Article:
Some things appear sanitized to me as an adult reader, but would have been a revelation if I’d read it earlier. The writer also makes serious attempts to present and respect the African culture.


    I’m now going to hand this over to the the mother of a nearly-teenaged daughter I know, I’m sure she will like it.


  7. says:

    Middle-grade fiction: age 11-14. 4.5/5 stars.

    A compelling middle-grade read, told from the dual perspectives of two girls whose lives are ultimately joined.

    Thirteen-year-old Rosa lives is England with her single-parent mom and loves her life just the way it is. When Rosa’s mom announces her plans to adopt, Rosa feel hurt and rejected. Meanwhile, nine-year-old Abela lives in rural Tanzania, born into a family devastated by HIV. An illness whose effects young Abela cannot not comprehend. Still reeling from the deaths of her mom and baby sister, Abela’s uncle rips her away from her grandmother and home, trafficking her to England with the intention to sell her.

    The treatment Abela suffers throughout the novel is disturbing, and it is the honesty of its content that makes The Girl Who Saw Lions such a relevant and moving read. The parallel storylines dramatically narrate Abela’s horrendous ordeal without dismissing Rosa’s own inner struggles as “insignificant by comparison.” And it is the equality of its storylines that make this read so deeply resonant for young readers. Abela’s ordeal is horrendous not because her life is being mirrored against Rosa’s developed-world upbringing—but because Abela’s ordeal truly is horrendous. This eye-opening and thought-provoking story will spark many questions in young readers, making it ideal for classroom settings and family discussions.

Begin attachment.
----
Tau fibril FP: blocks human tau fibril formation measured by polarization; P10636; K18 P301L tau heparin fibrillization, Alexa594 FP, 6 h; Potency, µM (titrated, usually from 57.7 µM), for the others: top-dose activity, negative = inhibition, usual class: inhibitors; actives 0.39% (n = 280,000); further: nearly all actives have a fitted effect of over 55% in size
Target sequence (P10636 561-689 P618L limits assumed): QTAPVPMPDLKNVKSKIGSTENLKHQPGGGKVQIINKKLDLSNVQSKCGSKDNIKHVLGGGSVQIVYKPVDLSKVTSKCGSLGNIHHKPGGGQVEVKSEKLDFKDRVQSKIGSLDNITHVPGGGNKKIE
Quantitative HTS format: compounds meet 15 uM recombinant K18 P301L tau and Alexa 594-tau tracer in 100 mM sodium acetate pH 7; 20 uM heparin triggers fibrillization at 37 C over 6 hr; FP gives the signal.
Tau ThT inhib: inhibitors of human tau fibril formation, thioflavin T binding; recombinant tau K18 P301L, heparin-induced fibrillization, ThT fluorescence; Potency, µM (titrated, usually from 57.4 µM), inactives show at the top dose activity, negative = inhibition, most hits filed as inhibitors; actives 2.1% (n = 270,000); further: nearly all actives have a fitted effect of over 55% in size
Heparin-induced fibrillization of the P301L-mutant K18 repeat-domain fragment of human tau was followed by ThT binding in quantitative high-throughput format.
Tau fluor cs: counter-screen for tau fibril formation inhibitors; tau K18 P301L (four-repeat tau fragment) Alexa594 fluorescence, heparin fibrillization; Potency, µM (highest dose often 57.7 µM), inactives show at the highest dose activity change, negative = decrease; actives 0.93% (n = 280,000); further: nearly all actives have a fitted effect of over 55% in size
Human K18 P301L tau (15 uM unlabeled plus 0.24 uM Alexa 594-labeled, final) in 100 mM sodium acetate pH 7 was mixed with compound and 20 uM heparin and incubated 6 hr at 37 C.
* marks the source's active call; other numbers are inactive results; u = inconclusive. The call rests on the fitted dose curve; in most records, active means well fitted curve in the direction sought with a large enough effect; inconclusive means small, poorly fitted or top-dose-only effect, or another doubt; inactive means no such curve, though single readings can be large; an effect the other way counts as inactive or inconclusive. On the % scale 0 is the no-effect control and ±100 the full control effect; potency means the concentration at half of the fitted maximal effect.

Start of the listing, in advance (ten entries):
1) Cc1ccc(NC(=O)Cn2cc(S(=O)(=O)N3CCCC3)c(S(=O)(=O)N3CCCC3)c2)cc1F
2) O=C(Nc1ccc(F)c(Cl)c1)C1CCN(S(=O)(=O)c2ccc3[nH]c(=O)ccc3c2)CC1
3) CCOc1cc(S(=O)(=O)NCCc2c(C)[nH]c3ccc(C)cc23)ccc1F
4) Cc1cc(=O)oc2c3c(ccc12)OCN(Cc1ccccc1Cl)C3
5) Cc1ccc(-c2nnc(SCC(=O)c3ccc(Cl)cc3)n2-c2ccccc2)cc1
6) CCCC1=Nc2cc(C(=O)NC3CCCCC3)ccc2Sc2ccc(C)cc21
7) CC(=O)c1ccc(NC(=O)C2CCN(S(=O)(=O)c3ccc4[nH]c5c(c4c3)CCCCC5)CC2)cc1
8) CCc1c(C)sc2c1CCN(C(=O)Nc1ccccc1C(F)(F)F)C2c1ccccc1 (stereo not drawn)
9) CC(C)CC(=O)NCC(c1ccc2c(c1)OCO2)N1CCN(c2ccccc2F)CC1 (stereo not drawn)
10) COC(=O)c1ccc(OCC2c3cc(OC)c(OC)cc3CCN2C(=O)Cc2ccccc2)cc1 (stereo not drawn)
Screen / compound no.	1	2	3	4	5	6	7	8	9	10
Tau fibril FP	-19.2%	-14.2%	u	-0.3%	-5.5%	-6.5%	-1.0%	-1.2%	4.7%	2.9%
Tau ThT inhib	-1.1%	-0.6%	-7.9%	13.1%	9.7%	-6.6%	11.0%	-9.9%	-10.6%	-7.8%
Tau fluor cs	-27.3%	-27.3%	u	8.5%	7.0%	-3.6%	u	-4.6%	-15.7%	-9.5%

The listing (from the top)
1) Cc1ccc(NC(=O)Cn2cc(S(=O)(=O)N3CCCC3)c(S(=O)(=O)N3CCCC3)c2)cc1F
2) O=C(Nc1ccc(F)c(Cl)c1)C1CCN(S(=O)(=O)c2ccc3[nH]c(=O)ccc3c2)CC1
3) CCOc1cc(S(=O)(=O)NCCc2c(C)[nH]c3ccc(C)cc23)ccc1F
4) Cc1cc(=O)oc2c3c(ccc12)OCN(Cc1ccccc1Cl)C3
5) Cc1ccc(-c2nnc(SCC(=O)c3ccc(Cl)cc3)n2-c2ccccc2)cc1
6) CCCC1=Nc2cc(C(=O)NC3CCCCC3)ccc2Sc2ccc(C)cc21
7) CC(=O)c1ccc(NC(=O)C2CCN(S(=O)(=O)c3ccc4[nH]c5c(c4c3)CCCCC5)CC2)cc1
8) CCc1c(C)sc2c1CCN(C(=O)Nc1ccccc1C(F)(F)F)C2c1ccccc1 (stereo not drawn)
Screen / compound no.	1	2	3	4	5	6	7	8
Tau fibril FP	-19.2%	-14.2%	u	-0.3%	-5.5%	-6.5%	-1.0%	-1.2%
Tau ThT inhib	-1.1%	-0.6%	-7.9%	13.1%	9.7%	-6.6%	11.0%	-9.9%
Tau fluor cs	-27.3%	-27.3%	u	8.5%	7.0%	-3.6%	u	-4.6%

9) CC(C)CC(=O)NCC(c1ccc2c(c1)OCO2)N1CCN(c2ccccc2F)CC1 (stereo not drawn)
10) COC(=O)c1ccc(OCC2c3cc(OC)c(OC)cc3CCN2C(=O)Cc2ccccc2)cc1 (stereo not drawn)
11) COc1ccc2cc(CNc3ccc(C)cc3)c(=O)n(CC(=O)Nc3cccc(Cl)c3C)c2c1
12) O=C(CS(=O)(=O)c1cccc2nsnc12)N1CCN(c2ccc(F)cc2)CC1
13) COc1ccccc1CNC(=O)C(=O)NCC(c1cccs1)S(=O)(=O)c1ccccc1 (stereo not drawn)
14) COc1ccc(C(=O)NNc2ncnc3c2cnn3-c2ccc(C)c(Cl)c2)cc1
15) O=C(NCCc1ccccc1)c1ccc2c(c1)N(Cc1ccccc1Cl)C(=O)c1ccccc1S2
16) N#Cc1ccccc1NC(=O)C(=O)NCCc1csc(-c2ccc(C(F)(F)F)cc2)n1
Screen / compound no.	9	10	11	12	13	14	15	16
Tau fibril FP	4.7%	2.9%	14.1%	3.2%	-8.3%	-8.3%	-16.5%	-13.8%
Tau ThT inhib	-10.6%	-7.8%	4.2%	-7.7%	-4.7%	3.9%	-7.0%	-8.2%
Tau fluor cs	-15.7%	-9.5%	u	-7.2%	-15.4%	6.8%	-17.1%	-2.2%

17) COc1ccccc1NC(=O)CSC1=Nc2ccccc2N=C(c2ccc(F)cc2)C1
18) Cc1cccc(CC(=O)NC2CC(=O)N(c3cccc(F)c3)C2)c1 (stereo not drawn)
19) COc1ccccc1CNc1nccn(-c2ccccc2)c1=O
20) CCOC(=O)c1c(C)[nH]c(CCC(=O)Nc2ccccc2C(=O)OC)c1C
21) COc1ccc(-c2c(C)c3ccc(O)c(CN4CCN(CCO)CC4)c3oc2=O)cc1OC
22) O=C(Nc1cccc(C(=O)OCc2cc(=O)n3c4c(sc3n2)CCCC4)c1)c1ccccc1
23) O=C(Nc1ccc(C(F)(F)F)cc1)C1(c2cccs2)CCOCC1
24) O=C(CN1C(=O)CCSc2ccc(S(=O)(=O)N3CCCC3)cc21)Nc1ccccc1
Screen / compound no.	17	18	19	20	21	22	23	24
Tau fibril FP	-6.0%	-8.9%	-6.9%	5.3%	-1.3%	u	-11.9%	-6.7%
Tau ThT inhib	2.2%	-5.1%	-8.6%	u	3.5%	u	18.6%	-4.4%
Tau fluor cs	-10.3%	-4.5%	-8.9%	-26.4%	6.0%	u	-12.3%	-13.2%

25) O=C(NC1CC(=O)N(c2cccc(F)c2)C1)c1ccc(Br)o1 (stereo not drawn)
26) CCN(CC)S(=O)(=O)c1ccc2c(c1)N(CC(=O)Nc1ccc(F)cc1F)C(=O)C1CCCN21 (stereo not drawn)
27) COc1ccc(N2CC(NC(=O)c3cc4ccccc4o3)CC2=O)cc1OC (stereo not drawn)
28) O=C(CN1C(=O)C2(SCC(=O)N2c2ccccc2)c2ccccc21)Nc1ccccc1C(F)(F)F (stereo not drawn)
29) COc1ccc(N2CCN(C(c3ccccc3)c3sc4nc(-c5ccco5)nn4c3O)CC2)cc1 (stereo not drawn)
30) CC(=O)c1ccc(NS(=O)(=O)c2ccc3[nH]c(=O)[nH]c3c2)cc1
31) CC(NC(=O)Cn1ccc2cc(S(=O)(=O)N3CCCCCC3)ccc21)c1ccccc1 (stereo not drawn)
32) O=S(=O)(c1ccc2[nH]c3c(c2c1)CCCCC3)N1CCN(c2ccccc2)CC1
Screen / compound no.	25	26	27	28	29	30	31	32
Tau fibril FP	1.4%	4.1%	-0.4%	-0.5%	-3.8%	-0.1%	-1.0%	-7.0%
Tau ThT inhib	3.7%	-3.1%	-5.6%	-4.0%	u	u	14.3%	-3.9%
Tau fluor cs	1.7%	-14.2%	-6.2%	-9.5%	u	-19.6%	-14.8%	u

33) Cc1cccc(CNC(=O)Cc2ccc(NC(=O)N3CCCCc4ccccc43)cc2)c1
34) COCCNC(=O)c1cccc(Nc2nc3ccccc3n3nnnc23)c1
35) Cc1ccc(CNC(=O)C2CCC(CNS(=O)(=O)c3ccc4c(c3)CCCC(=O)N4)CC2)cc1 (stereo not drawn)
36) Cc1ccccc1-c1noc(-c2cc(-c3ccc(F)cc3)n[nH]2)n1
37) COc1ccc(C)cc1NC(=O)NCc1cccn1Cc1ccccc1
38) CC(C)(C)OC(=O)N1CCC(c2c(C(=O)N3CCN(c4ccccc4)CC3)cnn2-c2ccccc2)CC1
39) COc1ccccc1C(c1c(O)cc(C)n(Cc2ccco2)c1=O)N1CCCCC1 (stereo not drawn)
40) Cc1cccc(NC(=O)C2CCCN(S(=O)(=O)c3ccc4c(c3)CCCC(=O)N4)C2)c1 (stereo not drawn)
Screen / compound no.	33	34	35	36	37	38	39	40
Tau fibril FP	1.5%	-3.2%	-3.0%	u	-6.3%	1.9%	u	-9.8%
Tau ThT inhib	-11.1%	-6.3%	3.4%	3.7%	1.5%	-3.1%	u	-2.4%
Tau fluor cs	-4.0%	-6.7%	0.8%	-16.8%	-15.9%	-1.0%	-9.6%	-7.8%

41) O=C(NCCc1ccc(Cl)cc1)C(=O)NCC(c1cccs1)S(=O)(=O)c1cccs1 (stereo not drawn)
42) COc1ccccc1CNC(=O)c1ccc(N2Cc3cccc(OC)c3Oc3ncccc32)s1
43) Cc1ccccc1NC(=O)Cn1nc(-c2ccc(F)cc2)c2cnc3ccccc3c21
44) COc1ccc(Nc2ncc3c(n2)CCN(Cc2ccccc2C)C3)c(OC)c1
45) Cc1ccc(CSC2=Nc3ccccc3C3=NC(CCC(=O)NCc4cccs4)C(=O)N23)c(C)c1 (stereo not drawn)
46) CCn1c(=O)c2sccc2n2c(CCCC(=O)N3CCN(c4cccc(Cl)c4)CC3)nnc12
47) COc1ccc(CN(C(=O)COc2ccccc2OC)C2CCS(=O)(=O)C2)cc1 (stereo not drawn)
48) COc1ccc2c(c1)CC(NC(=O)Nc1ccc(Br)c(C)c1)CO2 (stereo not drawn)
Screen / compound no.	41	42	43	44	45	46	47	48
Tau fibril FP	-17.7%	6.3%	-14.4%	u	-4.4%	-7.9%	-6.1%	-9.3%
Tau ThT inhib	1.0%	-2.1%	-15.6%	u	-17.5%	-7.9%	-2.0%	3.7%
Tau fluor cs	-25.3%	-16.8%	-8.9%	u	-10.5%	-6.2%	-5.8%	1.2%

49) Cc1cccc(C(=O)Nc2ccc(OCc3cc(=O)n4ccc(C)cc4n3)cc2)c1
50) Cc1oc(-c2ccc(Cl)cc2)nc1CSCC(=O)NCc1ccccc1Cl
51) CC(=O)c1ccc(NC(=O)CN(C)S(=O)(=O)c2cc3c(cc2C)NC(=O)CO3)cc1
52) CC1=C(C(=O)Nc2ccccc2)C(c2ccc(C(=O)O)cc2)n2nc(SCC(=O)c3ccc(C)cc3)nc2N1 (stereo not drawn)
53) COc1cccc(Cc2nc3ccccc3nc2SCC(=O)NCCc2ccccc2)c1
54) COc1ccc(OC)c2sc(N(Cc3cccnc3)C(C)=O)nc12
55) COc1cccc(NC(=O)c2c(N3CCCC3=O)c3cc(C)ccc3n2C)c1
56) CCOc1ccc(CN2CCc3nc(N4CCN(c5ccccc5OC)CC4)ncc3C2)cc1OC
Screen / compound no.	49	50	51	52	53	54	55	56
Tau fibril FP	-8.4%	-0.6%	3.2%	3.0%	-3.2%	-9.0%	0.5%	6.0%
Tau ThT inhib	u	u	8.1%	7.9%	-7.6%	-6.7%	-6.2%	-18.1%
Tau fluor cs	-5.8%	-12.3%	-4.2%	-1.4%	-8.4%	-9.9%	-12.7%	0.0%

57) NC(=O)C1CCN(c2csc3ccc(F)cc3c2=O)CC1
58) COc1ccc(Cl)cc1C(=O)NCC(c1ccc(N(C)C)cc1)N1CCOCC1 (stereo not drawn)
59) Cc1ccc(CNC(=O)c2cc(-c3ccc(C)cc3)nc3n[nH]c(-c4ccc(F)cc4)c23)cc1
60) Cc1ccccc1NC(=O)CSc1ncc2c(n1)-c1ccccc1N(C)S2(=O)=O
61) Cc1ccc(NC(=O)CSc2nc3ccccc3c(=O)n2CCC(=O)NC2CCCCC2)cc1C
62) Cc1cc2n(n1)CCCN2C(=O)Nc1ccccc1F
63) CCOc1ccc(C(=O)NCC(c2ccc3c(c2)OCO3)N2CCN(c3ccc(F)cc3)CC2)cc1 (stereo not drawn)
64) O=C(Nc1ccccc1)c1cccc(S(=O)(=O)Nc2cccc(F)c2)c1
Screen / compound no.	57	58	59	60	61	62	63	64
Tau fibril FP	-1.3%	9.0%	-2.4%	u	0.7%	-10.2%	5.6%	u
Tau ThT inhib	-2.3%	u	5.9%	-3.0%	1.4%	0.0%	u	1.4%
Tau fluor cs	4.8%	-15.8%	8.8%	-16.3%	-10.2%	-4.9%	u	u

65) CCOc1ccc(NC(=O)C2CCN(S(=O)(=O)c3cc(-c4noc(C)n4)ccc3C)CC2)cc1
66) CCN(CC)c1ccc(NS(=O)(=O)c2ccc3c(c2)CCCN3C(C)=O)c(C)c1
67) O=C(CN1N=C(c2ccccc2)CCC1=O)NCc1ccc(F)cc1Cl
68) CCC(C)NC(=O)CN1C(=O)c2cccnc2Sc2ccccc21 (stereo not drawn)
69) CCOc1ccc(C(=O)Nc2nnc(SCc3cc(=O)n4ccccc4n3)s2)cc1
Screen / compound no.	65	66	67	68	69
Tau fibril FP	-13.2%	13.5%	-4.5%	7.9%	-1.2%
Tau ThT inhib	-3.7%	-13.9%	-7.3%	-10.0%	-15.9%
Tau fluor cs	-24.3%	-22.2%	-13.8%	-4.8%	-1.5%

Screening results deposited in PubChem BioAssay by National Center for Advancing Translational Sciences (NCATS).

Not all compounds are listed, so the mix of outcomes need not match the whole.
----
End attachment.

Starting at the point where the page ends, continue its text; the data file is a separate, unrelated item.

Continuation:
8. says:

    I wasn’t sure how I felt about this book at first - I thought it offered quite a reductive portrait of Tanzania, but further into the book it expanded this and showed the author really loved the country. My one real criticism is that Rosa is supposed to be thirteen, yet she has the emotional maturity of an eight year old. It was a little bit jarring, as were the constant changes in narrator mid-chapter. I did get sucked into it at the end though, and really grew to love Abela. I would recommend this book for children learning about Tanzania or immigration - it would stimulate some great classroom discussion about other countries, and how it would feel for a child moving to a new country. I just wish that Rosa was as young as she sounds!

    (I received a copy of this book from the publisher in exchange for an honest review)


  9. says:

    A fantastic story of two very different cultures- Tanzania and England. A story of two very different girls who end up becoming sisters. Very relevant, current story!


  10. says:

    It's about a quarter of the way through before the story actually gets moving. Quite a boring read for me.


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  • Paperback
  • 236 pages
  • The Girl Who Saw Lions
  • Berlie Doherty
  • English
  • 21 January 2019

About the Author: Berlie Doherty

Berlie Doherty née Hollingsworth is an English novelist, poet, playwright and screenwriter. She is best known for children's books, for which she has twice won the Carnegie Medal.She has also written novels for adults, plays for theatre and radio, television series and libretti for children's opera.